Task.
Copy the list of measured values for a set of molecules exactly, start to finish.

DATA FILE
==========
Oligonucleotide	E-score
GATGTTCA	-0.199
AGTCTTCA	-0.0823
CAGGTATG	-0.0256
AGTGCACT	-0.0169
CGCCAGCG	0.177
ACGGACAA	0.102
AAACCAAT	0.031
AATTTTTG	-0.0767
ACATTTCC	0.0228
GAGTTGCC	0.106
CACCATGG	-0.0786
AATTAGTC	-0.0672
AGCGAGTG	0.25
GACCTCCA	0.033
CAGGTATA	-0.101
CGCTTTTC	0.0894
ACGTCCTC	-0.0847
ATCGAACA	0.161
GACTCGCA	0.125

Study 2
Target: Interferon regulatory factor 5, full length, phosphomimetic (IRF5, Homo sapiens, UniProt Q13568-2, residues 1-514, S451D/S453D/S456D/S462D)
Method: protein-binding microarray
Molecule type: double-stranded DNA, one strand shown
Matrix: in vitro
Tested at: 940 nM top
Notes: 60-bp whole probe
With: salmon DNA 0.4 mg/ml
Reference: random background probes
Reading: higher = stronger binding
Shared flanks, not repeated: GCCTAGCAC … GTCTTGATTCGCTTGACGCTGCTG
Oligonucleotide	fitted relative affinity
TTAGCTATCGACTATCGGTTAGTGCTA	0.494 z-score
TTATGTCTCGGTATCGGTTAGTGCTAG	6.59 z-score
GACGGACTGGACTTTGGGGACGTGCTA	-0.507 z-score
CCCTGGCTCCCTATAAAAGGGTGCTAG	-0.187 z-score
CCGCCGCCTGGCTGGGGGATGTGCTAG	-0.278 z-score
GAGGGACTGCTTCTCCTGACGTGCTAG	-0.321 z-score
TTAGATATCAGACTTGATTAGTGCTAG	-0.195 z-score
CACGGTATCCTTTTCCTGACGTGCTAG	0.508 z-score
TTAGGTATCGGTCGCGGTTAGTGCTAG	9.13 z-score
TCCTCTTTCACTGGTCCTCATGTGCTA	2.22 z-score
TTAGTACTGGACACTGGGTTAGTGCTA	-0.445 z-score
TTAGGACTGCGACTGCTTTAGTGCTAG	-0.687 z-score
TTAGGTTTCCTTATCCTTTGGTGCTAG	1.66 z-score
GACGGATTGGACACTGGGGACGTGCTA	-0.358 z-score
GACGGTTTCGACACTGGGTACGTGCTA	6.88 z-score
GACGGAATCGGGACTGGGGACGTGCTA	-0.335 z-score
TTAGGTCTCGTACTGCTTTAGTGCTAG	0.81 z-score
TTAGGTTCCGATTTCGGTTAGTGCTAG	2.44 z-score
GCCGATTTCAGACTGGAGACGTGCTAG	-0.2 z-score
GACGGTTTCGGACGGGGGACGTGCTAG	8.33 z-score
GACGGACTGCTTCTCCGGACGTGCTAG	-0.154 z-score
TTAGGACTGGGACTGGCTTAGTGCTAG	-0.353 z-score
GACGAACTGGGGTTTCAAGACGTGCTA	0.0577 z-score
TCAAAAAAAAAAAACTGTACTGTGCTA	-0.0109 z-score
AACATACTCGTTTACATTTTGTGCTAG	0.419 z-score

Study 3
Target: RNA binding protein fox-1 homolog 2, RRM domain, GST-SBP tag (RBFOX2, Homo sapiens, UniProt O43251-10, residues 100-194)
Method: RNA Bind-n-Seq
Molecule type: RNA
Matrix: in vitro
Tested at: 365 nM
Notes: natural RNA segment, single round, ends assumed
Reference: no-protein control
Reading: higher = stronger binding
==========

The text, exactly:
Oligonucleotide	E-score
GATGTTCA	-0.199
AGTCTTCA	-0.0823
CAGGTATG	-0.0256
AGTGCACT	-0.0169
CGCCAGCG	0.177
ACGGACAA	0.102
AAACCAAT	0.031
AATTTTTG	-0.0767
ACATTTCC	0.0228
GAGTTGCC	0.106
CACCATGG	-0.0786
AATTAGTC	-0.0672
AGCGAGTG	0.25
GACCTCCA	0.033
CAGGTATA	-0.101
CGCTTTTC	0.0894
ACGTCCTC	-0.0847
ATCGAACA	0.161
GACTCGCA	0.125

Study 2
Target: Interferon regulatory factor 5, full length, phosphomimetic (IRF5, Homo sapiens, UniProt Q13568-2, residues 1-514, S451D/S453D/S456D/S462D)
Method: protein-binding microarray
Molecule type: double-stranded DNA, one strand shown
Matrix: in vitro
Tested at: 940 nM top
Notes: 60-bp whole probe
With: salmon DNA 0.4 mg/ml
Reference: random background probes
Reading: higher = stronger binding
Shared flanks, not repeated: GCCTAGCAC … GTCTTGATTCGCTTGACGCTGCTG
Oligonucleotide	fitted relative affinity
TTAGCTATCGACTATCGGTTAGTGCTA	0.494 z-score
TTATGTCTCGGTATCGGTTAGTGCTAG	6.59 z-score
GACGGACTGGACTTTGGGGACGTGCTA	-0.507 z-score
CCCTGGCTCCCTATAAAAGGGTGCTAG	-0.187 z-score
CCGCCGCCTGGCTGGGGGATGTGCTAG	-0.278 z-score
GAGGGACTGCTTCTCCTGACGTGCTAG	-0.321 z-score
TTAGATATCAGACTTGATTAGTGCTAG	-0.195 z-score
CACGGTATCCTTTTCCTGACGTGCTAG	0.508 z-score
TTAGGTATCGGTCGCGGTTAGTGCTAG	9.13 z-score
TCCTCTTTCACTGGTCCTCATGTGCTA	2.22 z-score
TTAGTACTGGACACTGGGTTAGTGCTA	-0.445 z-score
TTAGGACTGCGACTGCTTTAGTGCTAG	-0.687 z-score
TTAGGTTTCCTTATCCTTTGGTGCTAG	1.66 z-score
GACGGATTGGACACTGGGGACGTGCTA	-0.358 z-score
GACGGTTTCGACACTGGGTACGTGCTA	6.88 z-score
GACGGAATCGGGACTGGGGACGTGCTA	-0.335 z-score
TTAGGTCTCGTACTGCTTTAGTGCTAG	0.81 z-score
TTAGGTTCCGATTTCGGTTAGTGCTAG	2.44 z-score
GCCGATTTCAGACTGGAGACGTGCTAG	-0.2 z-score
GACGGTTTCGGACGGGGGACGTGCTAG	8.33 z-score
GACGGACTGCTTCTCCGGACGTGCTAG	-0.154 z-score
TTAGGACTGGGACTGGCTTAGTGCTAG	-0.353 z-score
GACGAACTGGGGTTTCAAGACGTGCTA	0.0577 z-score
TCAAAAAAAAAAAACTGTACTGTGCTA	-0.0109 z-score
AACATACTCGTTTACATTTTGTGCTAG	0.419 z-score

Study 3
Target: RNA binding protein fox-1 homolog 2, RRM domain, GST-SBP tag (RBFOX2, Homo sapiens, UniProt O43251-10, residues 100-194)
Method: RNA Bind-n-Seq
Molecule type: RNA
Matrix: in vitro
Tested at: 365 nM
Notes: natural RNA segment, single round, ends assumed
Reference: no-protein control
Reading: higher = stronger binding